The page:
Aviation Safety and Security
Utilizing Technology to Prevent Aircraft Fatality
- Available for pre-order. Item will ship after June 4, 2021
The book focuses on ways to better manage and prevent aircraft-based homicide events while in-flight using alternate technology to replace the Cockpit Voice Recorder (CVR) and/or Digital Flight Data Recorder (DFDR) functions. While these events are infrequent, the implementation of real-time predictive maintenance would allow aircraft operators to better manage both scheduled and unscheduled maintenance events. The book explores historical events of in-flight homicide and includes relevant accident case study excerpts (i.e. NTSB, AAIB).
Table of Contents
1 Introduction 2 History of Security Events 2.1 Introduction 2.2 Threat and the use of violence in aviation 2.3 Murder at the controls of an aircraft 2.4 The Second World War, and the immediate period there after 2.5 The late 1950s and 1960’s 2.6 The 1970’s onwards 2.7 Conclusions 3 Flight Data Recorders and Cockpit Voice Recorders 3.1 Introduction 3.2 Flight instrument recording 3.3 Certification and flight instrument recording 3.4 Decoding flight instrument data from data recorders 3.5 Conclusions Chapter 4 Flight Controls and Air Conditioning Systems 4.1 Relevance of Flight controls Air-conditioning systems and commercial aviation 4.2 Comparing the underlying philosophy of Flight controls for Airbus and Boeing 4.3 Air-conditioning systems and commercial aviation 4.4 Conclusions 5 Use of Live Aircraft Data in Aircraft Maintenance Management 5.1 Introduction 5.2 Aircraft Maintenance Management and its commercial importance 5.3 Technical components combined with data logging 5.4 Live streamed data and radio communication technologies 5.5 Data mining of very large data bases and commercial solutions to predictive maintenance 5.6 Conclusions 6 Human Factors and Safety Management Systems 6.1 Introduction 6.2 British European Airways accident – a turning point 6.3 SHELL Model 6.4 The impossible accident’ - Tenerife, 1977 6.5 Error Chain Model 6.6 Flight crew training to prevent events 6.7 Professor James Reasons’ ‘Swiss Cheese Model’6.8 Safety Management Systems 6.9 Conclusions 7 Aircraft Security – Physical Barriers 7.1 Introduction 7.2 Flight decks with curtains and doors 7.3 British Airways 2069, 29th December 2000 7.4 Year 2001 events and post 9-11 modifications to the flight deck door. 7.5 Conclusions 8 Unusual Losses of Aircraft 8.1 Introduction 8.2 Korean Air Lines KL 007 shoot down, 1st September 1983 8.3 Pacific South West Airlines flight 1771, 7th December 1987 8.4 Silk Air 185, 19th December 1997 8.5 Egypt Air 990, 31st October 1999 8.6 Malaysian Airlines MH370, 8th March 2013 8.7 LAM Mozambique flight 470, 29th November 2013 8.8 Germanwings 9525, 24th March 2015 8.9 Horizon Air (theft/ suicide), 10th August 2018 8.10 Other current sources of weaknesses in commercial aircraft 8.11 Conclusions 9 Minimizing Loss: Modifying Current Aircrafts and Processes 9.1 Introduction 9.2 History of remotely controlled aircraft 9.3 Federal Aviation Administrations’ full scale controlled impact demonstration 9.4 Remote Controlled Aircraft (Drones) during and post the Gulf War – Operation Desert Storm 9.5 Boeing Patent on Remote Control Take-over of Aircraft 9.6 Current capabilities and their limitations 9.7 Changes and technologies required for a safe autonomous system 9.8 The justification and driver to introduce ground monitored technologies 9.9 Conclusions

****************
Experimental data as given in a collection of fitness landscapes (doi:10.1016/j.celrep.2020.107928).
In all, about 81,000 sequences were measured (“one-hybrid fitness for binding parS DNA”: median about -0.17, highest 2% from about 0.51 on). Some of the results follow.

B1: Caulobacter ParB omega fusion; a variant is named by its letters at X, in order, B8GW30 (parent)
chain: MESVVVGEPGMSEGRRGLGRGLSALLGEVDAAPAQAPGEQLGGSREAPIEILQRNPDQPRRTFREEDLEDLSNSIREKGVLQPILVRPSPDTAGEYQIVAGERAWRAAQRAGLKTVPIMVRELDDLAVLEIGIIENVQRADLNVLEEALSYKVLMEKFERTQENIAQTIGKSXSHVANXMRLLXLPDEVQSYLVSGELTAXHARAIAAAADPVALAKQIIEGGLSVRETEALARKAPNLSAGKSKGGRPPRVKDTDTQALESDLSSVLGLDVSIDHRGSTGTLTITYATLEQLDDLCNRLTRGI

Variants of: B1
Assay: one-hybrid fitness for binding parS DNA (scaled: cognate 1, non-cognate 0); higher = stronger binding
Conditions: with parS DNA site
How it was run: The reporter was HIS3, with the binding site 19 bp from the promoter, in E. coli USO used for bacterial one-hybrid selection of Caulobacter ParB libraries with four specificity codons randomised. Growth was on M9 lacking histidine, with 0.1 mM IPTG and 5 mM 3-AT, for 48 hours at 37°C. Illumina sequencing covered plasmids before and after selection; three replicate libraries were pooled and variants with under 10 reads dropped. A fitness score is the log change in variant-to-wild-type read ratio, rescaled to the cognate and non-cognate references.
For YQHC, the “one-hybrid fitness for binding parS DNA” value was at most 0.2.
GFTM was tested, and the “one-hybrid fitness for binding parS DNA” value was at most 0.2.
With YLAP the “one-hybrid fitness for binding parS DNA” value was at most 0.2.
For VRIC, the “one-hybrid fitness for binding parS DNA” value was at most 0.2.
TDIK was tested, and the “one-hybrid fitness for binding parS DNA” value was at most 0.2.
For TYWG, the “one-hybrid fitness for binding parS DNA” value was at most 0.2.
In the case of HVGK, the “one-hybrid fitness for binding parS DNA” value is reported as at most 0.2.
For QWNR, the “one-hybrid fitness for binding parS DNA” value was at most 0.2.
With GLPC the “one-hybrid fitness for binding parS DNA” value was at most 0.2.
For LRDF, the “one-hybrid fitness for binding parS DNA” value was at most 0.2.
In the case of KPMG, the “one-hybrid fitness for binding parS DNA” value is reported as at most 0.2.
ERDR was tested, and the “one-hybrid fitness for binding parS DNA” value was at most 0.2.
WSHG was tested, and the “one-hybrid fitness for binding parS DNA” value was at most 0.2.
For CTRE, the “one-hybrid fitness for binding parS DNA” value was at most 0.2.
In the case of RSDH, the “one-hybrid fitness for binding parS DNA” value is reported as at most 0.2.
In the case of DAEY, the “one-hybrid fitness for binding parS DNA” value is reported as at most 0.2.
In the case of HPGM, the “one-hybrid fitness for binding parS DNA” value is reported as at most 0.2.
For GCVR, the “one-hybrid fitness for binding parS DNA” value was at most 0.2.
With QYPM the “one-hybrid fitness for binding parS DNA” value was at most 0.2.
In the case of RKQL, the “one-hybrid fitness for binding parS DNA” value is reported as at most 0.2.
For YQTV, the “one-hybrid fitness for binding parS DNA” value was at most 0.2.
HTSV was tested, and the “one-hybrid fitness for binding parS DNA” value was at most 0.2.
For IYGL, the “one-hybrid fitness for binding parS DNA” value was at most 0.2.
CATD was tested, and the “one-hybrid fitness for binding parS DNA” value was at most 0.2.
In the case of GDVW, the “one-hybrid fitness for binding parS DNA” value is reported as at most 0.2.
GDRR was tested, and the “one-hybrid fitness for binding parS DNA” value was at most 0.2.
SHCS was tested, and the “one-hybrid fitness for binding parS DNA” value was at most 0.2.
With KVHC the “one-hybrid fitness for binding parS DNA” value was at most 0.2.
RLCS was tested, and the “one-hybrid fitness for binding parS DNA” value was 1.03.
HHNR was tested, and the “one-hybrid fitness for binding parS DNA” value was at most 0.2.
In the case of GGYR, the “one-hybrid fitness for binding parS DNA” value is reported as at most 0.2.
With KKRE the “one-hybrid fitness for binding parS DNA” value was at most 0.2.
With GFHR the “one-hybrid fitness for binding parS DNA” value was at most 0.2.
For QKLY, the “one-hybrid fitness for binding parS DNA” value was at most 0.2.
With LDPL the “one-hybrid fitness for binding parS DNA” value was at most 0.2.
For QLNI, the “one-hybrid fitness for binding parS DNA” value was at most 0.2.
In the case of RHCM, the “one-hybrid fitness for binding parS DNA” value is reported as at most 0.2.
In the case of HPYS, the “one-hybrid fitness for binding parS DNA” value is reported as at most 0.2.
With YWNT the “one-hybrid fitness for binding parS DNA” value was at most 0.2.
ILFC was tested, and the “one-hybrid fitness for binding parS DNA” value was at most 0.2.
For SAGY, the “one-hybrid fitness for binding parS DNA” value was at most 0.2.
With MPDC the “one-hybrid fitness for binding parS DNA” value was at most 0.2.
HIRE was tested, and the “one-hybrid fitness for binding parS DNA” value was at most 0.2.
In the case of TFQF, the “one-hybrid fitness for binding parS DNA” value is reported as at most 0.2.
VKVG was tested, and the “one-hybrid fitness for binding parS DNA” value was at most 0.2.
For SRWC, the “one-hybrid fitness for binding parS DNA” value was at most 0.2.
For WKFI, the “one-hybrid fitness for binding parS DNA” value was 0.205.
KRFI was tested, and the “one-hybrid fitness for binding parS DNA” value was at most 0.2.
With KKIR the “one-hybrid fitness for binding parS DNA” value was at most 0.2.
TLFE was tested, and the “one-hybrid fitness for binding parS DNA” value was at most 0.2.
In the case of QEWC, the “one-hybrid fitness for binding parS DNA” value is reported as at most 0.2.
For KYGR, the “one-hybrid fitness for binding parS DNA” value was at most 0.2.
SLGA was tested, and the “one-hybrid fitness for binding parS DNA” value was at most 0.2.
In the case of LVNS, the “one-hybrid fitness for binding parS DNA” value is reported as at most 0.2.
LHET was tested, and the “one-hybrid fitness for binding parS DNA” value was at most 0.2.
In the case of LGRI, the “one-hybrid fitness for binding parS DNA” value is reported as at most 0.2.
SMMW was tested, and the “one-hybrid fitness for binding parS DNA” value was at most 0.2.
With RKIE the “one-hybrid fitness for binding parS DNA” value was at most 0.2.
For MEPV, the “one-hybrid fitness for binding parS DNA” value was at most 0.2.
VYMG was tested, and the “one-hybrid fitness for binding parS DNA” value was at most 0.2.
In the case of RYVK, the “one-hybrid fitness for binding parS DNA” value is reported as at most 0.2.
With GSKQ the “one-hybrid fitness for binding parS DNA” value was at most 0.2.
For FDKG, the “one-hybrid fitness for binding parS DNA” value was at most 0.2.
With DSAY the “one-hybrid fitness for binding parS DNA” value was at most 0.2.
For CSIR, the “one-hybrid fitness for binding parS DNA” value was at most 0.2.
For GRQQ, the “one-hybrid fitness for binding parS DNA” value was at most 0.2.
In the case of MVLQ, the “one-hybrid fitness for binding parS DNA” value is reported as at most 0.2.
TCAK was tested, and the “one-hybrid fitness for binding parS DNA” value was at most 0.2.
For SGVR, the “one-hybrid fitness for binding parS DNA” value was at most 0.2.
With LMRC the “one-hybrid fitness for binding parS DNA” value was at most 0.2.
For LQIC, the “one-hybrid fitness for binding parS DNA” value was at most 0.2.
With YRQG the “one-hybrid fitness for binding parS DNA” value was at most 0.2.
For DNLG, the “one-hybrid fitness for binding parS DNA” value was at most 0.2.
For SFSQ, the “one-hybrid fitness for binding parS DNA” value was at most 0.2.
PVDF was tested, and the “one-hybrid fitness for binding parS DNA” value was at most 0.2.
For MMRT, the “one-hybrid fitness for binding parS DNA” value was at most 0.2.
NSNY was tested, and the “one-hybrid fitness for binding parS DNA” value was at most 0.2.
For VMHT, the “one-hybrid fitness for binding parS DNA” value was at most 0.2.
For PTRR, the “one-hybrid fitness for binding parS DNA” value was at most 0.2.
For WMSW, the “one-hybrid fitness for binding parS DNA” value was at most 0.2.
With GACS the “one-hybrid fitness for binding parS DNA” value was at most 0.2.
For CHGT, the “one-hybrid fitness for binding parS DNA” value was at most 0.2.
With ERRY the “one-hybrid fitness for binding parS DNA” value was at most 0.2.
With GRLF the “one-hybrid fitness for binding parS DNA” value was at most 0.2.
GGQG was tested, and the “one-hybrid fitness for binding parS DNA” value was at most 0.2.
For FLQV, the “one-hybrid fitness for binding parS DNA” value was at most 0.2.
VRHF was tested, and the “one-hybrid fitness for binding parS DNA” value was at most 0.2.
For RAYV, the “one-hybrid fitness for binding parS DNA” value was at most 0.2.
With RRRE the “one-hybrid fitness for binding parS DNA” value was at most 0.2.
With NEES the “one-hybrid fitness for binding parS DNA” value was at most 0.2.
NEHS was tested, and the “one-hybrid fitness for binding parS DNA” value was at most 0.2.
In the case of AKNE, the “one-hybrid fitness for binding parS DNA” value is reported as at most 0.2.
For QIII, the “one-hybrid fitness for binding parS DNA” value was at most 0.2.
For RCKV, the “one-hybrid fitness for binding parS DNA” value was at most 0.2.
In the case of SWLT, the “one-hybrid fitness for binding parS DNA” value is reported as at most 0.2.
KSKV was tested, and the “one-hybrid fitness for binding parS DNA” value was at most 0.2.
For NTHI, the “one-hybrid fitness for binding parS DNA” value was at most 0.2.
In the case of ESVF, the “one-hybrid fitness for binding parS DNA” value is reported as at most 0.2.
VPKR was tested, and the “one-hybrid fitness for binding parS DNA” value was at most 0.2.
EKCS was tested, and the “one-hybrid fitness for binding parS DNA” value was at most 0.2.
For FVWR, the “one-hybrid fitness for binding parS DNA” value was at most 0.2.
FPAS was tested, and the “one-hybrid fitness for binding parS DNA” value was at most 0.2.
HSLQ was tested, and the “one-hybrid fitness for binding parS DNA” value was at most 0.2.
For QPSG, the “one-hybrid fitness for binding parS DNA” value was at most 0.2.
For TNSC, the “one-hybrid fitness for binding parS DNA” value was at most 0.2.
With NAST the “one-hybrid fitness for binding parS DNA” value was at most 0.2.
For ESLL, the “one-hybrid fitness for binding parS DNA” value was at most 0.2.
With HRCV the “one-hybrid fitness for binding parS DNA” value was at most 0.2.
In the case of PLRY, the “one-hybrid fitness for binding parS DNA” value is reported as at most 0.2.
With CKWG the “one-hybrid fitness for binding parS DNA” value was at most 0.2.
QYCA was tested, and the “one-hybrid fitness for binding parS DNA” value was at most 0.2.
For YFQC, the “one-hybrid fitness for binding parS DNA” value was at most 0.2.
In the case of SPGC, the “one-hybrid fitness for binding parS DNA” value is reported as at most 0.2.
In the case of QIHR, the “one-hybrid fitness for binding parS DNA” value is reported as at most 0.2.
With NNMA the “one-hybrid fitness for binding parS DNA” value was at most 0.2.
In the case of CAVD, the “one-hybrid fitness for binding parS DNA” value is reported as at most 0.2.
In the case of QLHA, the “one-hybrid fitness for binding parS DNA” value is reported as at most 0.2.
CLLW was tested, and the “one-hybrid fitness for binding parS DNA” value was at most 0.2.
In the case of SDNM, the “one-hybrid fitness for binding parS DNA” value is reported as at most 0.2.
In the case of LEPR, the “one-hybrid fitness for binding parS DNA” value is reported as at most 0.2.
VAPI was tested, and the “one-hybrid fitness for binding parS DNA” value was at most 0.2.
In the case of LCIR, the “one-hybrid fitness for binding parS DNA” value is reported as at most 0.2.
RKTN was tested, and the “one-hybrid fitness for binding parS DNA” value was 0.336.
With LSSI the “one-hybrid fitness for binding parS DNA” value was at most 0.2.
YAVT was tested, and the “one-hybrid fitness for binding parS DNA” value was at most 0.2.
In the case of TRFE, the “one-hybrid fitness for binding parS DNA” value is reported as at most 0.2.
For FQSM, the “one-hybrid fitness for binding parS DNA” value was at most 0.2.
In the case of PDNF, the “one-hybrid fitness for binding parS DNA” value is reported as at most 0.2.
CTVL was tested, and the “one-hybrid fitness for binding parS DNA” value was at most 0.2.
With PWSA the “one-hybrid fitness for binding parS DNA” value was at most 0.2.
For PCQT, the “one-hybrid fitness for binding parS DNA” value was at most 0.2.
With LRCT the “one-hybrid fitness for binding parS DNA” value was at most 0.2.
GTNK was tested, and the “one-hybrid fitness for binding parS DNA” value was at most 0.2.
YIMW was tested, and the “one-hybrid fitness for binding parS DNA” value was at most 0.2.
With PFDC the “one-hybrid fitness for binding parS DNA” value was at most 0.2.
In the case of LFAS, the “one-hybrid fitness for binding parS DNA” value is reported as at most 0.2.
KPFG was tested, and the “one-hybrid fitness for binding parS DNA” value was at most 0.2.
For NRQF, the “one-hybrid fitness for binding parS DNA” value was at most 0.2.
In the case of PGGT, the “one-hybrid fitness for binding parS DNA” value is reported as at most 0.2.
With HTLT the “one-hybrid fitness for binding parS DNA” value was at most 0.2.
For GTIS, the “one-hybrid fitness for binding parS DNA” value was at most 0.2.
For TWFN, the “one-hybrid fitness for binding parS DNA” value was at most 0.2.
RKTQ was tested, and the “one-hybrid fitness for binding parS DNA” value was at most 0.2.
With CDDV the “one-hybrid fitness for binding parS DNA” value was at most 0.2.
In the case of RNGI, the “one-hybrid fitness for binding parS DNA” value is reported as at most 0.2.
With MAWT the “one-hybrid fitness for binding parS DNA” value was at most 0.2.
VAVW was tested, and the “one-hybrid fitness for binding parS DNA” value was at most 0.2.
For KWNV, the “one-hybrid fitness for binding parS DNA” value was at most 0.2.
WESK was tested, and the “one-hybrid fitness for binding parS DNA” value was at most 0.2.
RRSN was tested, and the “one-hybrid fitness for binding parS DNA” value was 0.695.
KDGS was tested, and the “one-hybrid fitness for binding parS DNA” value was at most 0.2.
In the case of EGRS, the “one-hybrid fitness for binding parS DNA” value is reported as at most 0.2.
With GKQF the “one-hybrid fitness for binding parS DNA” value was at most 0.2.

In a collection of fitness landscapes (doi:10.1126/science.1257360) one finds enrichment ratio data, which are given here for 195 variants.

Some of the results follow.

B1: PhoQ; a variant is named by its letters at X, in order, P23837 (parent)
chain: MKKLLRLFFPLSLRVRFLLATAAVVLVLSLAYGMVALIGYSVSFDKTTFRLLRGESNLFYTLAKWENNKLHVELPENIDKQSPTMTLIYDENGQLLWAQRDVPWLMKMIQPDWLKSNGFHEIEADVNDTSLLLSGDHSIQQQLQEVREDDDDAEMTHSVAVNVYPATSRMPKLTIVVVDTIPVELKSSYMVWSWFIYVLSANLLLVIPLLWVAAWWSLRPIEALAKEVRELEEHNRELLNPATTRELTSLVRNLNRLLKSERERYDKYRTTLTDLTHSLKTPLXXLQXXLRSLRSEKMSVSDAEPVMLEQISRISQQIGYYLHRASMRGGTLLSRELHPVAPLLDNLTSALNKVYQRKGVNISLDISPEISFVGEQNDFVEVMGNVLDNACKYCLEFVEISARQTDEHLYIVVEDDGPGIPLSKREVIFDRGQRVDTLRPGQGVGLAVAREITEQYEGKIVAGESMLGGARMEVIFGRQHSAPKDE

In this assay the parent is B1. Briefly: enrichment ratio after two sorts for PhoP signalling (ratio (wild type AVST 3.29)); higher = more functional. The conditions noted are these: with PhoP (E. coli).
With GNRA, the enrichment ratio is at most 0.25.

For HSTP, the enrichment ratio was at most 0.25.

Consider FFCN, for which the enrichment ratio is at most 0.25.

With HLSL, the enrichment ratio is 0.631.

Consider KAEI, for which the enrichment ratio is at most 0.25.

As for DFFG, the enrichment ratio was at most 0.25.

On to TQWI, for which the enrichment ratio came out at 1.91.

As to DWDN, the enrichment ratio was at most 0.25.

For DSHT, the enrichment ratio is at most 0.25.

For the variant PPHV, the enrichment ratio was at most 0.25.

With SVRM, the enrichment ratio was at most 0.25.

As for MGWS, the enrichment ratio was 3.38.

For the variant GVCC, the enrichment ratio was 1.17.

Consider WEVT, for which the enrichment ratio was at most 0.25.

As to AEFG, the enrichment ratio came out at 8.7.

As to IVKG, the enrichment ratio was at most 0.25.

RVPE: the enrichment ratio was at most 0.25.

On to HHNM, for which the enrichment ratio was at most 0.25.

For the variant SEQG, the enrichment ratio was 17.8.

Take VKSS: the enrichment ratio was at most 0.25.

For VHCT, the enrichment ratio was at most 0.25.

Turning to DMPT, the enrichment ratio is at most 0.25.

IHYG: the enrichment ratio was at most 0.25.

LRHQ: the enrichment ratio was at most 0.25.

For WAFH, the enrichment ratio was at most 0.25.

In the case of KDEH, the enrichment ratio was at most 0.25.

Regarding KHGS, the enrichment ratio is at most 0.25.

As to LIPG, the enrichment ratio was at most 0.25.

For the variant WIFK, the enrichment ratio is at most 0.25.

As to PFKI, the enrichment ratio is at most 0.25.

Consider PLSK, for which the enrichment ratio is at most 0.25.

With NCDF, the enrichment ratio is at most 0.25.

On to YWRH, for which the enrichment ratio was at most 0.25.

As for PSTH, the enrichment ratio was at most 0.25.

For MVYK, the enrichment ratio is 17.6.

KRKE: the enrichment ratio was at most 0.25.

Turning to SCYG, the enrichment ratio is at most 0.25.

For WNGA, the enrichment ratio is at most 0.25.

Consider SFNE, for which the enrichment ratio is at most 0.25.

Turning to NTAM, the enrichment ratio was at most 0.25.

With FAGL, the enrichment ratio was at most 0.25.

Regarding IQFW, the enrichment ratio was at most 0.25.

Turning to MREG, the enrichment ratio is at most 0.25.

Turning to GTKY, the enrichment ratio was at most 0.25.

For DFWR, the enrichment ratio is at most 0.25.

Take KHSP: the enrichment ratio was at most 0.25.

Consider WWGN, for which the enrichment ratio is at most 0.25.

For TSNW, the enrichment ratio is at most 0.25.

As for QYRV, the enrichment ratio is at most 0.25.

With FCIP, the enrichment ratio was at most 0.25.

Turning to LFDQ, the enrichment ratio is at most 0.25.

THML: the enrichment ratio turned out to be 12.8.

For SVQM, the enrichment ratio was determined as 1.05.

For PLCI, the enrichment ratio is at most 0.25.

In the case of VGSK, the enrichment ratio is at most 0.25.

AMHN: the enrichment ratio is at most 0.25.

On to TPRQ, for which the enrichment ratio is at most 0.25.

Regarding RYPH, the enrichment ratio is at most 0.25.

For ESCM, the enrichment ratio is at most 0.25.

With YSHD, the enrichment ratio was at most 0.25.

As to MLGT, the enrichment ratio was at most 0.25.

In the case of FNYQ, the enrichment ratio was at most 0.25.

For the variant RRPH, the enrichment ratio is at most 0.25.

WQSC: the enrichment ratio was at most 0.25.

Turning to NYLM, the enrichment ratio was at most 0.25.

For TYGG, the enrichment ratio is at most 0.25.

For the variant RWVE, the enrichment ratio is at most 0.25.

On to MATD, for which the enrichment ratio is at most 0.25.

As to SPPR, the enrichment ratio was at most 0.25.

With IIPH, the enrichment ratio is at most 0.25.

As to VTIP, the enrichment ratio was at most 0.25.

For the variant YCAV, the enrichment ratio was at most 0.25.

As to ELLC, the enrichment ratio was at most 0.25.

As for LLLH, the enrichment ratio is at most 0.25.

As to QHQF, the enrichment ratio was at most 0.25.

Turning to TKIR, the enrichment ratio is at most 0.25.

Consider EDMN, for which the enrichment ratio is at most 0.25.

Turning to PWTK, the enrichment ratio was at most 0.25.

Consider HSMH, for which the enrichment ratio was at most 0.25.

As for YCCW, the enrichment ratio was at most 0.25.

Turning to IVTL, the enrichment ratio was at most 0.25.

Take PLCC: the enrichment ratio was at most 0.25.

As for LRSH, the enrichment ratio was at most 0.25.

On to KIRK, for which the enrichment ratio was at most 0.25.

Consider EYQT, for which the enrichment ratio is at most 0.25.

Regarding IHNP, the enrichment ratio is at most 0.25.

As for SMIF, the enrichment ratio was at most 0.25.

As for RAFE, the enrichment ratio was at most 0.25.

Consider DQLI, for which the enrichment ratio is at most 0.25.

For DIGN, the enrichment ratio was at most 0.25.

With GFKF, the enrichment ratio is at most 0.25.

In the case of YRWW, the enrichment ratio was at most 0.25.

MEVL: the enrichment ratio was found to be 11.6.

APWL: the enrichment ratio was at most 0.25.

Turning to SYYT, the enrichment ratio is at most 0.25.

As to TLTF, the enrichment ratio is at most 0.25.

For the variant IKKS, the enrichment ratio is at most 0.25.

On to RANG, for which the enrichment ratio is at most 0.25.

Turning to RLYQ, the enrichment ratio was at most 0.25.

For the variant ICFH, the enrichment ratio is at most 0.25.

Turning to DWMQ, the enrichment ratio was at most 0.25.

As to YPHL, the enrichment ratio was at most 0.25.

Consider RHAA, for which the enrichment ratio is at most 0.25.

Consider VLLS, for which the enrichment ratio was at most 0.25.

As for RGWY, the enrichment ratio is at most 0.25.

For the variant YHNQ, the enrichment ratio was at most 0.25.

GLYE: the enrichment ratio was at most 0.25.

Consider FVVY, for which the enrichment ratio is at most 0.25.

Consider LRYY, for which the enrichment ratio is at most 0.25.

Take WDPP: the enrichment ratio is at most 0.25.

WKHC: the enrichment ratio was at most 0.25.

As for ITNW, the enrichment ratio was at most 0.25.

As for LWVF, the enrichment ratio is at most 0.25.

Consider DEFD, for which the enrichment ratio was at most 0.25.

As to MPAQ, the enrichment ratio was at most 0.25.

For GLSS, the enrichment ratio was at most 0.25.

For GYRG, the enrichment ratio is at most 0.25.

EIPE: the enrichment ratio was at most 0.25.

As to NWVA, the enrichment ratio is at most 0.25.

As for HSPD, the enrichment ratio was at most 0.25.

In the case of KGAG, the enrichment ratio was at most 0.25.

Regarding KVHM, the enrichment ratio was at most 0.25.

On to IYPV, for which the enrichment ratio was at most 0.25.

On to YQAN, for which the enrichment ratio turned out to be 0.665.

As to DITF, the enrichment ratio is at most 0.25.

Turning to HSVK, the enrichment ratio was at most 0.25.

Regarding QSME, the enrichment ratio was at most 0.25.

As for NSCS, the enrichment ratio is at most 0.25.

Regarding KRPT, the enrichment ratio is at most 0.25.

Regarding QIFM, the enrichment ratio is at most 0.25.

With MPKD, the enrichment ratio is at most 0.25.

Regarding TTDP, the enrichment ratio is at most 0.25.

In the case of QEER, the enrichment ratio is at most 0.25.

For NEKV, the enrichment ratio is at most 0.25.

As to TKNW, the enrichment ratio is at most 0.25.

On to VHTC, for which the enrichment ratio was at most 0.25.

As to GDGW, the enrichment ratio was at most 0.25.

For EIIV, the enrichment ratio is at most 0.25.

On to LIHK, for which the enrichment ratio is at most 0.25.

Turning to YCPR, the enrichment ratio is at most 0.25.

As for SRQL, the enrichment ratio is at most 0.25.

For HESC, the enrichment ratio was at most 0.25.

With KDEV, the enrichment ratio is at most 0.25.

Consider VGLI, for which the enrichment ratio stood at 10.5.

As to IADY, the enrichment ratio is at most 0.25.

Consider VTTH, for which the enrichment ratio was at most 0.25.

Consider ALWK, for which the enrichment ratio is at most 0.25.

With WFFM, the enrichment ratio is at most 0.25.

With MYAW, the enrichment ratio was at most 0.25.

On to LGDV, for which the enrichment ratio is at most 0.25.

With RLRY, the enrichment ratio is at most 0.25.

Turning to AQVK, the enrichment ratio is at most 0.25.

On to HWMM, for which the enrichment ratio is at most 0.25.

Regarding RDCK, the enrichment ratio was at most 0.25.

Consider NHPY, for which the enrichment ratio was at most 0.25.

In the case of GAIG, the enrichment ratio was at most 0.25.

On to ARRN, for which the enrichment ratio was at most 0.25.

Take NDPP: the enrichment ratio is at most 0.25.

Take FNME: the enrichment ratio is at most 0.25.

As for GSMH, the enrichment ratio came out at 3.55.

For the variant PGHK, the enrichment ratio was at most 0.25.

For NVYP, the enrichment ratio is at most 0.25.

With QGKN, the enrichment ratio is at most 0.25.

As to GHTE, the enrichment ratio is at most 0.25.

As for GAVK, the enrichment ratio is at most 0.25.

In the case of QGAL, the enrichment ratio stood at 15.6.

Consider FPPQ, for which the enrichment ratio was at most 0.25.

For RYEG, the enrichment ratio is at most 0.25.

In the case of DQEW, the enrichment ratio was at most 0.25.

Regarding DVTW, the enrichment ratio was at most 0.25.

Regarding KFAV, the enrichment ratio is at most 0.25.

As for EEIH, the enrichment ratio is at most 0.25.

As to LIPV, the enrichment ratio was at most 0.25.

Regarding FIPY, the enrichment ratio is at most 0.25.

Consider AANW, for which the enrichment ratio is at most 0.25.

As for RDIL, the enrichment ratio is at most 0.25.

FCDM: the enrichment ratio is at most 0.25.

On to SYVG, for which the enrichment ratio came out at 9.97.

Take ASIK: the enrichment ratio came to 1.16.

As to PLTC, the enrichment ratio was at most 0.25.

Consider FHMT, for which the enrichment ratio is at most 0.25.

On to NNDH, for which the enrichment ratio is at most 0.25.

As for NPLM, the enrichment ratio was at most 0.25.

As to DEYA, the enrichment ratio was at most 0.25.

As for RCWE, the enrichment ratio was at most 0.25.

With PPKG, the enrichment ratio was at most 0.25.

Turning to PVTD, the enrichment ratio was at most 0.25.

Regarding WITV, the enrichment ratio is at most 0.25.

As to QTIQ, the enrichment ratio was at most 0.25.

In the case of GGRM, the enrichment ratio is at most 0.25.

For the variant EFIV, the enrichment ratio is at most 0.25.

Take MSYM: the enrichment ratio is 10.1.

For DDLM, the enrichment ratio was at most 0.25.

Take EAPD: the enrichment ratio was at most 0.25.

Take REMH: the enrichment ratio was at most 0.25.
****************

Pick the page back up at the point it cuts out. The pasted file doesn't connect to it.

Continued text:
Prof. Stephen J Wright is a professorial academic member of staff in the Faculty of Engineering and Natural Sciences at Tampere University, Finland, specialising in Aviation, Aeronautical Engineering and Aircraft Systems. In addition to his university activities, Prof. Wright continues (at the time of writing) to hold the esteemed post of President for the Finnish Society of Aeronautical Engineers, is a past Member of the Royal Aeronautical Society, UK, and is a life-long Fellow of the Higher Educational Academy, UK.
He holds a PhD from the University of Leeds, UK, in the fouling and failure of commercial aircraft air conditioning systems. Other academic qualifications include a Post Graduate Certification of teaching and learning in Higher Education, awarded by Kingston University, London. He gained a Bachelor of Science in Chemistry from the University of Sussex, with additional studies at Uppsala Universitiet, Sweden.
Prof. Wright engages formally with numerous elements of the European Commission as a recognised expert in Aviation/ Aeronautical Engineering. He is fully committed to the objectives and aspirations to improve the industry, that will allow for better and more effective air transportation (Flightpath 2050 / Master Plan).
Lastly, Prof. Wright has attended and passed examination for numerous manufacturer ‘line and base’ maintenance engineering type rating courses (B1.1 discipline) associated with his previous commercial aviation employment, in addition to holding a European Aviation Safety Agency Flight Crew license for single engine piston aircraft.